First Look At Fly6 HD Camera Tail-Light Combo


Yesterday I got to take out for a spin a new combination tail-light and HD camera that just launched on Kickstarter yesterday as well.  The Fly6 camera is designed to act as a bit of a safety cam – recording whatever goes on behind you, while at the same time acting as a rear light.

While I’ve only spent a short amount of time with the unit, it seems to be enough to get the gist of things and provide some initial opinions.  Given Kickstarter campaigns have a finite life (30 days), and and even smaller window for the cheaper options, I figured sooner was better.

What’s in the box:


Cracking open the box, you’ll find things very well padded/secured.  The box itself is about the size of a cigar box.



As you can see above, everything is very neatly arranged inside with each component in their own little foam homes.  I do suspect that long-term they’ll probably minimize all that separation for the non-light pieces (mounts), as it realistically just adds a lot to international shipping costs and they could probably slice the box in half without it.

Here’s what you’ll find inside.  On the upper left and bottom you have the rubber straps that secure it to your seatpost.  In the center you’ve got a variety of mounts, also used for securing to the seatpost.  On the right there’s the unit itself, along with the standard mini-USB cable.  And finally, on the middle-left you’ve got the Micro-SD card adapter, used to put the Micro-SD card from the unit into your computer.


Here’s a closer look at the mounts.  In order to mount a unit you’ll need two straps and one of the plastic things on the right side.  The rubber pieces up top allow you to change the angle based on your seatpost angle.  If you look at your bike you’ll find that very rarely are seatpost’s directly straight up and down.  So these are little wedges to even it out.  And finally, the big wedge up there is to attach to an aero seatpost.  So, all in, you’ve got enough to mount to two bikes concurrently (limited by the two plastic pieces).


Finally, here’s the unit itself, as seen from the front:


And, as seen from the side.  You can see the power button on the left side there.  And then the ‘rail’ that it slides down into the mount on; it’s sitting on the rail in this shot.


Oh, and here’s one last look, removing the cap to show the USB port itself as well as the Micro-SD card itself.  The unit is interestingly proofed with a waterproofing technology that keeps everything completely waterproof.  You often see companies demonstrating it at CES & trade shows where they’ll drop full phones/iPad’s/etc straight into an aquarium and leave it there.  Effectively internally waterproofing it.  The process is called Nano-Tech waterproofing, and you can read more about it on the interwebs.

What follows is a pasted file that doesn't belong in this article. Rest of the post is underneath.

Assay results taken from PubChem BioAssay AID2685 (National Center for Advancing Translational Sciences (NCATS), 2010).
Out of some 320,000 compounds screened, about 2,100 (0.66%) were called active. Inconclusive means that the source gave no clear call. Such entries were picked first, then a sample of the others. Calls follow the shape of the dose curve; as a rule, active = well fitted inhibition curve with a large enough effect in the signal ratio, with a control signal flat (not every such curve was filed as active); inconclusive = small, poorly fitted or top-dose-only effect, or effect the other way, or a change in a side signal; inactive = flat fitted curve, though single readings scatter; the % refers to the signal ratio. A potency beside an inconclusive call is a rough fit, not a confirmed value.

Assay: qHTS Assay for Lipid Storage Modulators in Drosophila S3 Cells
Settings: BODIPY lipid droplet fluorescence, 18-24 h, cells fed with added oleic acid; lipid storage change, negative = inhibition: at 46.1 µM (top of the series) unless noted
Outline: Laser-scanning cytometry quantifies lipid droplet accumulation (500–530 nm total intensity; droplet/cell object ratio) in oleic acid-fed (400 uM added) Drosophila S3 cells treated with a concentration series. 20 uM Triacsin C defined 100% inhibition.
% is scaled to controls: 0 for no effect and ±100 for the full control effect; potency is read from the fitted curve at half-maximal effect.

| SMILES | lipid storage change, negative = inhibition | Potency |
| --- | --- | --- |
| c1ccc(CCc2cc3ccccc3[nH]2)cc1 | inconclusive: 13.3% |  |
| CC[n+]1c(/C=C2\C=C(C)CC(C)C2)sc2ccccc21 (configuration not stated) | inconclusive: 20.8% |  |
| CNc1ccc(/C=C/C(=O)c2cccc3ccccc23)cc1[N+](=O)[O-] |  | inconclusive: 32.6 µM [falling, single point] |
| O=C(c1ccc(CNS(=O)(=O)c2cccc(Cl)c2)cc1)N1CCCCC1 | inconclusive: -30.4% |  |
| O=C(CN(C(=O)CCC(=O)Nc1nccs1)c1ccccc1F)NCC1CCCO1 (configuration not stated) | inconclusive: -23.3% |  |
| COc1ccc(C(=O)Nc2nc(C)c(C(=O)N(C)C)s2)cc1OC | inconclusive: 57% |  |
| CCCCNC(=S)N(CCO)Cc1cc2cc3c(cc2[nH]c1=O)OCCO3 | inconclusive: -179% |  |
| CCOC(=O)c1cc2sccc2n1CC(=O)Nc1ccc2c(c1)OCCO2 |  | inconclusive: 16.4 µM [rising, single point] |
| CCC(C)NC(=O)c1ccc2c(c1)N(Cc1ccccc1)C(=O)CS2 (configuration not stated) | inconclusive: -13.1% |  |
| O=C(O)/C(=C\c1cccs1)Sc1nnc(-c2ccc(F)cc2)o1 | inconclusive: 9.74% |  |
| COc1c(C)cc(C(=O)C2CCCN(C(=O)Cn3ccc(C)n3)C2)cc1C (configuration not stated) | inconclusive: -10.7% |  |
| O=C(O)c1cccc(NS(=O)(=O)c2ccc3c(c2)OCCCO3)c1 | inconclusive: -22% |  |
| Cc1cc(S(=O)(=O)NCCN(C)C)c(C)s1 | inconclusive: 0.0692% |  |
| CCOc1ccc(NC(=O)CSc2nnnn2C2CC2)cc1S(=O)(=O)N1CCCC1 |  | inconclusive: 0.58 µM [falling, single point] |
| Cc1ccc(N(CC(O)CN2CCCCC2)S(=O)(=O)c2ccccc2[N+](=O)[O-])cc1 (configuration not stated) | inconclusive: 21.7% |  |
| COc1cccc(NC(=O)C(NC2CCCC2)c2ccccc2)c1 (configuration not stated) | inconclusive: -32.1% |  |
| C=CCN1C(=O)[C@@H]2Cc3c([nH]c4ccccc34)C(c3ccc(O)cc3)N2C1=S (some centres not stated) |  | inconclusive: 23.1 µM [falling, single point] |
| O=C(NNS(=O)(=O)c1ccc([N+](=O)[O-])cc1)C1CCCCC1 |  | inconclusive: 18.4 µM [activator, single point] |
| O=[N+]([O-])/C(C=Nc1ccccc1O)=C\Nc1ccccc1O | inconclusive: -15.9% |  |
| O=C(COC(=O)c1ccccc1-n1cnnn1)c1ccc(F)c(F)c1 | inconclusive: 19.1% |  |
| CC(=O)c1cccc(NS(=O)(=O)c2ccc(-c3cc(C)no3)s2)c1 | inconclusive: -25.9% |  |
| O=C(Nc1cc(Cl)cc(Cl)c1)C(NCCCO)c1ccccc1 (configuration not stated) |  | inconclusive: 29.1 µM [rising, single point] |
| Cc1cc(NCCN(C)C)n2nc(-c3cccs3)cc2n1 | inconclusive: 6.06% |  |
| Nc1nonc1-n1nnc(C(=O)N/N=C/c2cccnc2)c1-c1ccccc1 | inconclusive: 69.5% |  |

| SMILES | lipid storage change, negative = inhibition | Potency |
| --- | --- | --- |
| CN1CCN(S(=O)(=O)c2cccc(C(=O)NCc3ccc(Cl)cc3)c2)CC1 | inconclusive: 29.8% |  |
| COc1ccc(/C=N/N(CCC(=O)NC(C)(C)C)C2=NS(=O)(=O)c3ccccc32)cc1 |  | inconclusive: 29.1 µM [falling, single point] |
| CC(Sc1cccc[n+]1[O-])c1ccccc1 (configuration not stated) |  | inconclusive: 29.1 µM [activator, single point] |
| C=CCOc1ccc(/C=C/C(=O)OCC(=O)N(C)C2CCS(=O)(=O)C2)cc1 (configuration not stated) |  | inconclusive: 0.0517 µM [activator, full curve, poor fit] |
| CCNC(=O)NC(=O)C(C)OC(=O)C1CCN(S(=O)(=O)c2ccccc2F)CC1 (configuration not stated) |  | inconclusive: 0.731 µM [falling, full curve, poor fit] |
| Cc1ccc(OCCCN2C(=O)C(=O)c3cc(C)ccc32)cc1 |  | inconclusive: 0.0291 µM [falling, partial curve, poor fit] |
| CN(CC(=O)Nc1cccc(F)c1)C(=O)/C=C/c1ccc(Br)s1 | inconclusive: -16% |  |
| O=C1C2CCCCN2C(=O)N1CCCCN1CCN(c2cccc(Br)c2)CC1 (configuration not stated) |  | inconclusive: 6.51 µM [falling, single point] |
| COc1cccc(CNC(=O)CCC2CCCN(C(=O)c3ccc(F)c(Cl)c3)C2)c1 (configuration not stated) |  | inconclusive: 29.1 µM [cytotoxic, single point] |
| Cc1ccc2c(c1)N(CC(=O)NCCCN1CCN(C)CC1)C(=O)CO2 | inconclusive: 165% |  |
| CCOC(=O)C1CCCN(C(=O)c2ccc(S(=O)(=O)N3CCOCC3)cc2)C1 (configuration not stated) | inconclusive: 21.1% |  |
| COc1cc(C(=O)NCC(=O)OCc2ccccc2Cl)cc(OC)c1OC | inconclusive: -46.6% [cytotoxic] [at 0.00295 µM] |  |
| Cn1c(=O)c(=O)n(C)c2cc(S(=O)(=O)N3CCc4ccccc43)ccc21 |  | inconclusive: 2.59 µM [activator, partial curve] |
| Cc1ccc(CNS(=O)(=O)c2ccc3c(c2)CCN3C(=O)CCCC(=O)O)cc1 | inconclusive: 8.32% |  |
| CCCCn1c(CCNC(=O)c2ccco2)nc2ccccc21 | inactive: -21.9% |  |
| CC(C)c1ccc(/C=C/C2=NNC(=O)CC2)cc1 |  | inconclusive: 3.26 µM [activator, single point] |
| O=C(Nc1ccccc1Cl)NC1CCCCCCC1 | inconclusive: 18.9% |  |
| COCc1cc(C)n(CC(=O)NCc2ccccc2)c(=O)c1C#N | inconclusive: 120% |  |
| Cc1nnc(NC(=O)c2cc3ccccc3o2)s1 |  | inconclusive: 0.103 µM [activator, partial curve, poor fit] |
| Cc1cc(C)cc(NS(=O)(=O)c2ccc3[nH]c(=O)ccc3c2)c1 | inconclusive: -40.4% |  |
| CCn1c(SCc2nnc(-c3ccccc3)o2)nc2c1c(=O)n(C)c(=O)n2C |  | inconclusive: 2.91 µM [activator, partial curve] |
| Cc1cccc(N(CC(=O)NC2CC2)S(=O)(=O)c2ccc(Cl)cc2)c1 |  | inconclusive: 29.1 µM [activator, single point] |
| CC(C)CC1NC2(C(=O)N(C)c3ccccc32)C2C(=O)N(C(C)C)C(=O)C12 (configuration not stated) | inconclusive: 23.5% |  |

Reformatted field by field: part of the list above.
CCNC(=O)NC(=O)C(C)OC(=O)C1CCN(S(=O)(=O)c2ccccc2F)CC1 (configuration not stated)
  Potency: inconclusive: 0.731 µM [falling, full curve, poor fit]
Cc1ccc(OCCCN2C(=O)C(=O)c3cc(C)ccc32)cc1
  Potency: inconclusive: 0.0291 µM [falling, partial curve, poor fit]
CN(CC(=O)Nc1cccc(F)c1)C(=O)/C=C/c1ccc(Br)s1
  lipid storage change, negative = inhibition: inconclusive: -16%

Installation and Setup:


Ok, in order to install the thing on your bike you’ll basically need three components + two straps.  Starting with the components above you’ve got the light itself, then the plastic mount, and then the rubber wedge.

You can see how these come together below:


Ultimately, the rubber wedge and the plastic piece stay on your bike using the rubber mounting bands.  And then the unit just slides in and out on a rail so you can stick it in your pocket (or cycling shoes) for safe-keeping.


Next is the mounting on the poke.  In this case you simply take the two bands and wrap them around.  You can play around with how tight you make the bands.  I went for a bit tighter after taking the below photo.


In the event you’ve got an aero seatpost, like below, you’ll use the bigger wedge first, and then the bands.  Here’s the wedge on such a bike.


And then here’s the whole thing installed on the aero seatpost.  Pretty straight forward and kinda hard to screw up.


Finally, note that the unit is rated for a 5 hour run time.  I haven’t tested that piece yet.  And of course, it just detaches with a little tug upwards to then plug into any USB outlet you can find.

On the bike and test videos:


Now that we’ve got everything all set, it’s time to head out for a ride.  To turn it on, you’ll simply hold the left button down for 2 seconds.  That’s it.  It’ll make some sharp beeps to let you know of the battery state.  It’s very loud and easy to hear.

At that point it’s both blinking and recording.  You’ll know the camera is operating when the swirling flashing light is…well…swirling.

You can then cycle through three different blink modes by using the right button.    By default it’ll always start-up to the ‘high’ mode.  But you can press it again to go into the least-bright mode (low), then again for no LED mode, and three times for super-bright mode.  The camera is always on, it cannot be turned off (that’s sorta the point).  The reason you might dim the lights is if you were in some setting such as a group ride and it was a bit bright for people on your wheel.

Here’s a quick demonstration video of me turning on the unit sitting in the dark, and then iterating through the three modes, and then finally walking back a bit so you can see the brightness.  At it stands today the prototype units are rated at 9 lumens, however the next pilot group in March will be 15 lumens.

Before we get to some actual video, a few notes on the straps.  In my case, even the small straps were kinda oversized – so they were a bit sloppy on one side.